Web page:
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Alaskan Youth Demand Solutions to Global Warming

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This week, a delegation of Alaska youth brought a “Letter to Our Leaders on Global Warming” with 5,000 signatures from Alaska high school students to Washington, D.C. to demand action on global warming. The effort, with signatures from teens in more than 100 communities, was spearheaded by Alaska Youth for Environmental Action.


Representing Alaska Native villages and urban communities, the teen delegation met with several members of Congress, including Alaska’s delegation and other House and Senate lawmakers, to highlight the dramatic impacts global warming is having on Alaska’s economy, natural resources, and cultures. The teens are calling on Congress to pass legislation that reduces greenhouse gas emissions and provides incentives for renewable energy.


“We see global warming happening in Alaska, and we want our leaders to know that if they don’t do something today, my generation will pay for it tomorrow,” said Verner Wilson, a Yup’ik Alaska Native from Dillingham, who drafted the petition. “I started this petition to ask our leaders to help protect this place that Alaska youth have inherited, and to protect our lifestyles and cultures. Alaskan communities like Shishmaref are sinking, and invasive species are affecting the environment that Alaskans have depended upon for thousands of years.”


Since January 2006, teens in the AYEA program have traveled the state, presenting on global warming and teaching students what they can do to reduce their carbon emissions. Community interest in the effort has been overwhelming—the teens have presented in over two hundred and fifty classrooms.


Charlee Lockwood, a young woman from the village of St. Michael on the northwest coast of Alaska, is one of many Alaska Native youth concerned about the impacts of global warming on subsistence and Native culture. “Because so many youth from so many villages have signed this petition, I really feel like I am helping others. By speaking to other youth about global warming, I have given other people the courage to speak up.”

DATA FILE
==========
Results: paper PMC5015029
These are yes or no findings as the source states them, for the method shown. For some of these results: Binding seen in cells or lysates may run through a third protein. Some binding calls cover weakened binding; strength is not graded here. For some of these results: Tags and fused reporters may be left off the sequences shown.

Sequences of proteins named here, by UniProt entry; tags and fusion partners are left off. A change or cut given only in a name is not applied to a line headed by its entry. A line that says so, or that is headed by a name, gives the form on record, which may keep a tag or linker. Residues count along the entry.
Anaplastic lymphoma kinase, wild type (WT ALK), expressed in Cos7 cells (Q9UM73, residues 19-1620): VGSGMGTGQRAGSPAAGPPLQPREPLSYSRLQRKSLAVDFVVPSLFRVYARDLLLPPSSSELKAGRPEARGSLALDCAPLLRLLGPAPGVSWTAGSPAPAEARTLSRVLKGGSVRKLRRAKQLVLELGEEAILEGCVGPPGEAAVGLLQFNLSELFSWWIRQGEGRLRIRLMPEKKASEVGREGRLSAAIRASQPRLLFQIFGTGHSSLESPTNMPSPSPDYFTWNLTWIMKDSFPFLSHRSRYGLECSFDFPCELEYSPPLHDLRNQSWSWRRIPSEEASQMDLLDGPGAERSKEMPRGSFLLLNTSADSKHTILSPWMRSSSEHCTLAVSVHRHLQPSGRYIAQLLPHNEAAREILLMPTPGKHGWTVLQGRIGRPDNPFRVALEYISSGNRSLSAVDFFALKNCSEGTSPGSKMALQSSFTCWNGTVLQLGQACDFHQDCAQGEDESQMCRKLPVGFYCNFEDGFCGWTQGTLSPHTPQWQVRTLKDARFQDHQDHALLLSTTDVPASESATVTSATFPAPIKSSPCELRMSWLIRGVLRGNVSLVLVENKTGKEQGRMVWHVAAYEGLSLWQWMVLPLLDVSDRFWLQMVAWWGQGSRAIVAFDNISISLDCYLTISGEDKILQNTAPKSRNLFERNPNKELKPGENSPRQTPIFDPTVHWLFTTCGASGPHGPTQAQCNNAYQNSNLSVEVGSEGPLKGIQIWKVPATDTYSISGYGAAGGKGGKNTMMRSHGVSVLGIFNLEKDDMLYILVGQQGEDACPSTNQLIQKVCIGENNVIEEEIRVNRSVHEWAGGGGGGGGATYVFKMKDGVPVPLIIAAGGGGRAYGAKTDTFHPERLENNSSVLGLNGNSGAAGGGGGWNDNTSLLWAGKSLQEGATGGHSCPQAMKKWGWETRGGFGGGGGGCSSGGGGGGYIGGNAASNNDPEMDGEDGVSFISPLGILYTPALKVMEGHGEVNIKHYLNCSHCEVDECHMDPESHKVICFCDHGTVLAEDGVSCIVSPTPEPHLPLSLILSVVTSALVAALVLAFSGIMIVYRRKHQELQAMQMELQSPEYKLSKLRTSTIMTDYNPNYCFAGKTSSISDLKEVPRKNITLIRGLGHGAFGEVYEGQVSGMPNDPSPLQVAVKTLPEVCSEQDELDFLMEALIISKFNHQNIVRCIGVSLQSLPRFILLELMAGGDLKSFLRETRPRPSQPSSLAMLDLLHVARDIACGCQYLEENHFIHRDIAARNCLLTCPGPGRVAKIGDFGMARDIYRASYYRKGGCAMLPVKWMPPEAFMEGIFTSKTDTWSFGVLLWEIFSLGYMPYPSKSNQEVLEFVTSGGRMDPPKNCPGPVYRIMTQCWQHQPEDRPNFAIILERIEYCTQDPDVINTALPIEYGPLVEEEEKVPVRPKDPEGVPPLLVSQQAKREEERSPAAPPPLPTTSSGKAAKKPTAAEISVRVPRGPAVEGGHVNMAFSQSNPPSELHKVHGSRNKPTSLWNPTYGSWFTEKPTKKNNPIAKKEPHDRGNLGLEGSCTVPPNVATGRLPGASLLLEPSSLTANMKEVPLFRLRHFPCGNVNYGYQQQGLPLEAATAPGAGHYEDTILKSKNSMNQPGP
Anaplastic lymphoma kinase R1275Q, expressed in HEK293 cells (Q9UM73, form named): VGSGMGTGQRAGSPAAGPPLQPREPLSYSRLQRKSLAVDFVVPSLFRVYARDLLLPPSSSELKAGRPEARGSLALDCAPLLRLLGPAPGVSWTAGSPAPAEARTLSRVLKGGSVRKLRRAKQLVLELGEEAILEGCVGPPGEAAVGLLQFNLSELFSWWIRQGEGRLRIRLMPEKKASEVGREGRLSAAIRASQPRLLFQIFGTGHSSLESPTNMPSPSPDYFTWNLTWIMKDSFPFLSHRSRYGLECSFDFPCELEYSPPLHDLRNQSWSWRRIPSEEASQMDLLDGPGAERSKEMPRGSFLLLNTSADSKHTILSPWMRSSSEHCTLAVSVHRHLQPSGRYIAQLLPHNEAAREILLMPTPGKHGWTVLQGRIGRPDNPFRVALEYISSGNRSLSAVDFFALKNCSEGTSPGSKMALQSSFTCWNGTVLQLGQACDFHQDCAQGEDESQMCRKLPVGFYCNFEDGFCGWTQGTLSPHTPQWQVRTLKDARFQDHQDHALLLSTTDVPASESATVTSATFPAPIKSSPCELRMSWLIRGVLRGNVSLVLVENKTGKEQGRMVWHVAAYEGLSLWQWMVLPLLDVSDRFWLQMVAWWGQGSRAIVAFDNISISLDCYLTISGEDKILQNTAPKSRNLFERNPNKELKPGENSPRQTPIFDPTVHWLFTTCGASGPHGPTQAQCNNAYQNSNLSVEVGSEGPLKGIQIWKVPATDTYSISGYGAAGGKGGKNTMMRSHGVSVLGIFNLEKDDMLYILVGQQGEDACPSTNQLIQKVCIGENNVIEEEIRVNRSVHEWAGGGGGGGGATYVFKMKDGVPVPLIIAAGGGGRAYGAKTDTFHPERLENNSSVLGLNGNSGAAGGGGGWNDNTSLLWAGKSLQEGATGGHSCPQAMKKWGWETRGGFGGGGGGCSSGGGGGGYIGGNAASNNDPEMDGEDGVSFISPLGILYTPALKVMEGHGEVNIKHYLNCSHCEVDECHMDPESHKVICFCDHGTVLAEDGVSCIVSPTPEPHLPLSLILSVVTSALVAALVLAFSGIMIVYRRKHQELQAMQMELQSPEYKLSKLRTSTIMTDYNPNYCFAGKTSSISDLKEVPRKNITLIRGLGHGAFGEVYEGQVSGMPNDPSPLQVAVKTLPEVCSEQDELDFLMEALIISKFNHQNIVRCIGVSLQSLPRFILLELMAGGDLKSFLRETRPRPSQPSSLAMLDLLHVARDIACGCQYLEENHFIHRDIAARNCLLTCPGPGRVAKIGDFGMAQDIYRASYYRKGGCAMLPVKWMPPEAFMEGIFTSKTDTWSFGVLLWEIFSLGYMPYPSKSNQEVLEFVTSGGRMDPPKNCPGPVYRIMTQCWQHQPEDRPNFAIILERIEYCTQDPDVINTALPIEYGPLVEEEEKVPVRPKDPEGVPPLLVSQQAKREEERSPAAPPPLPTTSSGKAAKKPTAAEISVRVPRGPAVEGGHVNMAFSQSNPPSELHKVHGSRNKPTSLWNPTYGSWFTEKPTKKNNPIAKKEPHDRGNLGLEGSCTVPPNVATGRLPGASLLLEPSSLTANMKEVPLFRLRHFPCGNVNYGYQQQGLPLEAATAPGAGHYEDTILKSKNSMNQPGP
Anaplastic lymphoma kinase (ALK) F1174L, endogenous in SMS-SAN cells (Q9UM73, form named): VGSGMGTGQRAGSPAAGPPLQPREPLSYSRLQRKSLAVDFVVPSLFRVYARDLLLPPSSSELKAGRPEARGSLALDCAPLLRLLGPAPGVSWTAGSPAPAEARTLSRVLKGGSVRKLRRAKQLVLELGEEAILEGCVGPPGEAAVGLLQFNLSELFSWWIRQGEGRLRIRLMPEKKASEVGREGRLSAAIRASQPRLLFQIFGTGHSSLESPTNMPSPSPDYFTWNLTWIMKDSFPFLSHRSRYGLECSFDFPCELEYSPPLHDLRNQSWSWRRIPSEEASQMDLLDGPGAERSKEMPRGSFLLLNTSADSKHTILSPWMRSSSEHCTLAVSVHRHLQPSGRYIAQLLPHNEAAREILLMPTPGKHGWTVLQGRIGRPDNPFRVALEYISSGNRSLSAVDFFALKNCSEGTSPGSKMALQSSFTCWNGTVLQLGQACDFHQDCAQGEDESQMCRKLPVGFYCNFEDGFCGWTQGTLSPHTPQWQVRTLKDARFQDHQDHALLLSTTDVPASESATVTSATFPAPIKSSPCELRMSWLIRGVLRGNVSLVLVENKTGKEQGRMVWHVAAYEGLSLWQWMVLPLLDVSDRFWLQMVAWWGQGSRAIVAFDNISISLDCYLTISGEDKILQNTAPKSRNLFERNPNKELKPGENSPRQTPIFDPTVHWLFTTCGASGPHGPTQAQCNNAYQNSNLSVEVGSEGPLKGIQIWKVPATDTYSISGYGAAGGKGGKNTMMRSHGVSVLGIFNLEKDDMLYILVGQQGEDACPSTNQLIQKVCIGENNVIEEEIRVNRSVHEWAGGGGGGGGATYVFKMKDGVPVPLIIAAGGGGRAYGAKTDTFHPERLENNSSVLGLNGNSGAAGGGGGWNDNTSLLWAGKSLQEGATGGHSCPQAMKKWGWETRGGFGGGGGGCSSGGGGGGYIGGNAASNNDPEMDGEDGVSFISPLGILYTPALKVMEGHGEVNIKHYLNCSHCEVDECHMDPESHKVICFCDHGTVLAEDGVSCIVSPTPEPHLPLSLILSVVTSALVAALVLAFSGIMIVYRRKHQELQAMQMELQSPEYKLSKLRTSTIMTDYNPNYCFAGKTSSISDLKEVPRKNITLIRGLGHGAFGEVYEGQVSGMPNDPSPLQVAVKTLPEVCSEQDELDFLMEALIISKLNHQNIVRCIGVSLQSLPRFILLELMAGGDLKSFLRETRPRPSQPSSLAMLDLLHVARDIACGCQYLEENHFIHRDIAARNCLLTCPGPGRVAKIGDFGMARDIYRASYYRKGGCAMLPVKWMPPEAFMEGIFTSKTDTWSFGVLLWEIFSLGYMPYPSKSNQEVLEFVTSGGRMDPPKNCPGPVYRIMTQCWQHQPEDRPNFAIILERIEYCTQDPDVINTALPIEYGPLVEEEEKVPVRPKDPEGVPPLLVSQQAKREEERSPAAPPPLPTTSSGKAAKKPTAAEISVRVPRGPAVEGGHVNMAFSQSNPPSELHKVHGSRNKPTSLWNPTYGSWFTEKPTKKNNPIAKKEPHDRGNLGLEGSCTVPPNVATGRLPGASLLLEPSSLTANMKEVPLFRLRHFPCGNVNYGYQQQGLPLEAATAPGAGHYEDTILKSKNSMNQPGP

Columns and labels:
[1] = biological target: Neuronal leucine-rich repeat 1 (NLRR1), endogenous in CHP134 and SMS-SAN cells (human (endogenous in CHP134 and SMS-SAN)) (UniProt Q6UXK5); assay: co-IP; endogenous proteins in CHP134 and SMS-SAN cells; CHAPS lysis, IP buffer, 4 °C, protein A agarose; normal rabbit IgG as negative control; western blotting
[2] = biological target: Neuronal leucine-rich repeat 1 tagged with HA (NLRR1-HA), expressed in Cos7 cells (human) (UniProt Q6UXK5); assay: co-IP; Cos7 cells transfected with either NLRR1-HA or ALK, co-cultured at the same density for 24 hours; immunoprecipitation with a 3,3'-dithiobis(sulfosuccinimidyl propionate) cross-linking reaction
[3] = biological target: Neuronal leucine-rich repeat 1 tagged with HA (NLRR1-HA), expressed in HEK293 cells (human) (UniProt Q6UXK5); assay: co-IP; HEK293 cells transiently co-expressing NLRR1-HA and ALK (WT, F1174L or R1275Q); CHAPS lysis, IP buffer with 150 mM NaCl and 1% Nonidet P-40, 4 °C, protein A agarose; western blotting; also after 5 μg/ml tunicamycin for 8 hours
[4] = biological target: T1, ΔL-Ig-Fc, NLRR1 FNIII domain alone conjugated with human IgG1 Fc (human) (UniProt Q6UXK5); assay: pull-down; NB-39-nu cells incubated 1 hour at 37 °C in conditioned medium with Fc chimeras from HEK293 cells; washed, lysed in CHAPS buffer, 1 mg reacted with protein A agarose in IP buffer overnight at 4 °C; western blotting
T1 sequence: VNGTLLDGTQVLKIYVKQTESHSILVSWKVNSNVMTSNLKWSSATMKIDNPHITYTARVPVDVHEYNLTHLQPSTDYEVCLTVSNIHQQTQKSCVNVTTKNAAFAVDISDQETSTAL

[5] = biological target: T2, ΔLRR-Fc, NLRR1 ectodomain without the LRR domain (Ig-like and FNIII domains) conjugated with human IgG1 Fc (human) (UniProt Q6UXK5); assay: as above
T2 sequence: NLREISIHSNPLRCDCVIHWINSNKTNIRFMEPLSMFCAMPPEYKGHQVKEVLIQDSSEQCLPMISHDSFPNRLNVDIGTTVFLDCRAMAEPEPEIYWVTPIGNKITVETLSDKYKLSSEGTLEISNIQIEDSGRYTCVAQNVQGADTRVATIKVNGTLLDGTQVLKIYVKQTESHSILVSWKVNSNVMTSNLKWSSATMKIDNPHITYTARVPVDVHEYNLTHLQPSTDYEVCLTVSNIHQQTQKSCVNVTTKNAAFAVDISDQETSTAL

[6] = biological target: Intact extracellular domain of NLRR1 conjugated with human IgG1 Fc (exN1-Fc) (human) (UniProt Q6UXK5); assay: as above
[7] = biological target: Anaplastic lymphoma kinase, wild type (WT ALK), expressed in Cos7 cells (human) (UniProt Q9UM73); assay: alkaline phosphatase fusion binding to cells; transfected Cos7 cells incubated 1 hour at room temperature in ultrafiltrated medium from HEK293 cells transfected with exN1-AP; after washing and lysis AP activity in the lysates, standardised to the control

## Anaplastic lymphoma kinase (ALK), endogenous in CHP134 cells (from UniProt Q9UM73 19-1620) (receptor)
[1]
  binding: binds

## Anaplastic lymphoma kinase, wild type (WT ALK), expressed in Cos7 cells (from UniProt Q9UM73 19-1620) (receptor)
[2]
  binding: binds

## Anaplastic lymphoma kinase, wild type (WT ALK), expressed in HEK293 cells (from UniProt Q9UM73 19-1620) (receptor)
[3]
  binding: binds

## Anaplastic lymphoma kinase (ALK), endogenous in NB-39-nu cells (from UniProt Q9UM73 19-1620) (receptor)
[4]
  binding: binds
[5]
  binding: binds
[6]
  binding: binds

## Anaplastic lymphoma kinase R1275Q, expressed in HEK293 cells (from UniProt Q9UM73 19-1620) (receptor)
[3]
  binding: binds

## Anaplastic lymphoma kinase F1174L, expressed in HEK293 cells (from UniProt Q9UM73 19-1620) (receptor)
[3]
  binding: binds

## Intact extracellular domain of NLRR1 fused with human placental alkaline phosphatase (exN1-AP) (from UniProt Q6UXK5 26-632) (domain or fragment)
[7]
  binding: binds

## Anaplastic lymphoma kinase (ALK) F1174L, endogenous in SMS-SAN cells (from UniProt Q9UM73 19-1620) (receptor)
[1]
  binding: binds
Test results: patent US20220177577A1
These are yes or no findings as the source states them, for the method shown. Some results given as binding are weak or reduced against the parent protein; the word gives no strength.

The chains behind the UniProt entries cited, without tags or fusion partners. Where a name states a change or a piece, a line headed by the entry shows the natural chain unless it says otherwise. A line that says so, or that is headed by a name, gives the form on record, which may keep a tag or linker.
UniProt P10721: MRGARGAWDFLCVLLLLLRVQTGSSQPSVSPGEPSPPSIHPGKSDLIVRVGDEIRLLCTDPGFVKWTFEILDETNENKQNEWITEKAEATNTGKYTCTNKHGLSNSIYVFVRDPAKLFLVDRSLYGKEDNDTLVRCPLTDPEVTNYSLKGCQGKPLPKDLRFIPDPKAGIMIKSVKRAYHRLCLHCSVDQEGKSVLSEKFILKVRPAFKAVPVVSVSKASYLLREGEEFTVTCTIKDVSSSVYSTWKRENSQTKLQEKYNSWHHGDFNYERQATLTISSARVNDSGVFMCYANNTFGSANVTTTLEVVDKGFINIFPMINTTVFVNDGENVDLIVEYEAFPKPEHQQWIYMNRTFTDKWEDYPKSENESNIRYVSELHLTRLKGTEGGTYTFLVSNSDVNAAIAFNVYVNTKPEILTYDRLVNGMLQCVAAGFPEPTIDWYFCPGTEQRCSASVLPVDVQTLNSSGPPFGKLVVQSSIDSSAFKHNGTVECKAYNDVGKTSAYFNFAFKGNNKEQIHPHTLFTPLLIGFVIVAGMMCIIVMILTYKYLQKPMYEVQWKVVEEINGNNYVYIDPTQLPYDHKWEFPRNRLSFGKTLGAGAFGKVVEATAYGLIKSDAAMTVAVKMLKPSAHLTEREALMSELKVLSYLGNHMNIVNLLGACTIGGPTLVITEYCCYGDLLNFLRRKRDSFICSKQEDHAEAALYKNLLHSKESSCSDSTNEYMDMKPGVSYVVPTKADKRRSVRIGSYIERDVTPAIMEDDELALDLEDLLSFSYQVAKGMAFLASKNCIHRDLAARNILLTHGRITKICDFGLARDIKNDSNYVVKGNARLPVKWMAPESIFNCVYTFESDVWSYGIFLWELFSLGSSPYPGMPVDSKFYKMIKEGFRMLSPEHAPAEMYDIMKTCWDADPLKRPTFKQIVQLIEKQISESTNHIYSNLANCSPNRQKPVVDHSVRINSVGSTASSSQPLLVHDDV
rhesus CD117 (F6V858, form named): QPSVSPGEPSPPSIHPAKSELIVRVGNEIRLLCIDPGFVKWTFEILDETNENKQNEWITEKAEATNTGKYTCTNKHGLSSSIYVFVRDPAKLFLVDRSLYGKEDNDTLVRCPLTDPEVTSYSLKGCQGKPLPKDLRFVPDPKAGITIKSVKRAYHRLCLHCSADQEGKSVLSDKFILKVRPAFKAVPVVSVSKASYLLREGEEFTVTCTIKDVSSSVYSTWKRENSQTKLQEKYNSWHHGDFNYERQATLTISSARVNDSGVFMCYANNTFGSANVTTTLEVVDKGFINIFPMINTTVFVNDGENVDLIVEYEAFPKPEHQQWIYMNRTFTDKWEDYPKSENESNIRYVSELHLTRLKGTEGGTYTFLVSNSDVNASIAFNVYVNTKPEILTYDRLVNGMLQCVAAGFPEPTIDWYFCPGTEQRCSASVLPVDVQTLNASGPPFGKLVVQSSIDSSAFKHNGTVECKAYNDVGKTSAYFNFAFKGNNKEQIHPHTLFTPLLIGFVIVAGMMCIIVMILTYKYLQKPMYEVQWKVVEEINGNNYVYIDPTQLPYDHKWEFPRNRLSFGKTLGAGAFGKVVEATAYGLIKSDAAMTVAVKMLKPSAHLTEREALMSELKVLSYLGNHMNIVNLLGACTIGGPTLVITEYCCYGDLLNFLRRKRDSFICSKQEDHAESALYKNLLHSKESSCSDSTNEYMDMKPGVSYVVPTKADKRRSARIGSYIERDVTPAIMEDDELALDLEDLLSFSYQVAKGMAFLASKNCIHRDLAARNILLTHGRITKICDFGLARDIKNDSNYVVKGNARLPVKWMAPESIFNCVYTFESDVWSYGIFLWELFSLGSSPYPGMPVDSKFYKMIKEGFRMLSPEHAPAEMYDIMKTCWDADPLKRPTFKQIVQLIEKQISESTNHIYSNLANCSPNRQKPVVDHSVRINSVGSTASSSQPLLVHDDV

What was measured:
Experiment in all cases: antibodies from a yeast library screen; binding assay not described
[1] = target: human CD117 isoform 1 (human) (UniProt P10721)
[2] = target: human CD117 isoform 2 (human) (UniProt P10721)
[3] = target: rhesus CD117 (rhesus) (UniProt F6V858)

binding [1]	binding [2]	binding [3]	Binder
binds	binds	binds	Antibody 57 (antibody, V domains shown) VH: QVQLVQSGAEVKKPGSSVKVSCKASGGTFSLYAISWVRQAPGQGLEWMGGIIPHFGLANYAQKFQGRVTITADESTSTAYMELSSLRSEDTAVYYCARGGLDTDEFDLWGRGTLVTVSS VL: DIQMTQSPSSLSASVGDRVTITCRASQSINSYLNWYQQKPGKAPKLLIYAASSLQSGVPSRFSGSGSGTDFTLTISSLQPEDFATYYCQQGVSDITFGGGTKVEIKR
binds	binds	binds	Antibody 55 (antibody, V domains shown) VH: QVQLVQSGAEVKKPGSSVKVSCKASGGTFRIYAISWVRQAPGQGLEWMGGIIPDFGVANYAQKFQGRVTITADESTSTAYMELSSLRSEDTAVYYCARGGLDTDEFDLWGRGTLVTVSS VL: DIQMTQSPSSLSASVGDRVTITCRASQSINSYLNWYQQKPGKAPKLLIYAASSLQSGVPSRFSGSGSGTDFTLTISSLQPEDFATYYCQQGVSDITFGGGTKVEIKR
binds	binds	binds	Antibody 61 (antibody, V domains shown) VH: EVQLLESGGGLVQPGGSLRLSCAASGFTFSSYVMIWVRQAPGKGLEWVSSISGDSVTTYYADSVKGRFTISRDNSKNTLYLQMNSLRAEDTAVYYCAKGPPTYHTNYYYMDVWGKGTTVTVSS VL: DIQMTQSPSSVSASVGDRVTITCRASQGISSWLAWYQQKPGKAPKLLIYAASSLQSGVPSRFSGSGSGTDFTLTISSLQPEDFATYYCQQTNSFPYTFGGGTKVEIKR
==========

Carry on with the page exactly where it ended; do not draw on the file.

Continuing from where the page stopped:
“Global warming is here and now. Alaska is among the most impacted regions in the world, facing temperature increases at least four times greater than the world average according to the Arctic Climate Impact Assessment,” said Anchorage student Tim Treuer, a member of the youth delegation who has collected several hundred signatures.


“Alaska’s three biggest industries--oil and gas, tourism and fishing—are already being hurt by rising temperatures,” states Justin Hurst, a graduate of Dimond High School who has worked at the Anchorage Convention and Visitors Bureau for the past few summers. “Today, tourists have to take a boat to the Portage Glacier,” because of its dramatic recession.


The teens raised funds to purchase “green tags” to offset the carbon emissions created by their flights to Washington. Fellow Alaskan teens also presented the petition to leaders in Juneau and Anchorage this week, requesting local initiatives to reduce greenhouse gas emissions.


Alaska Youth for Environmental Action (AYEA) is a high school leadership program of the National Wildlife Federation, founded by six teenagers in 1998.


Contact: Polly Carr (907) 229-9830 or Christine Dorsey (703) 470-6689

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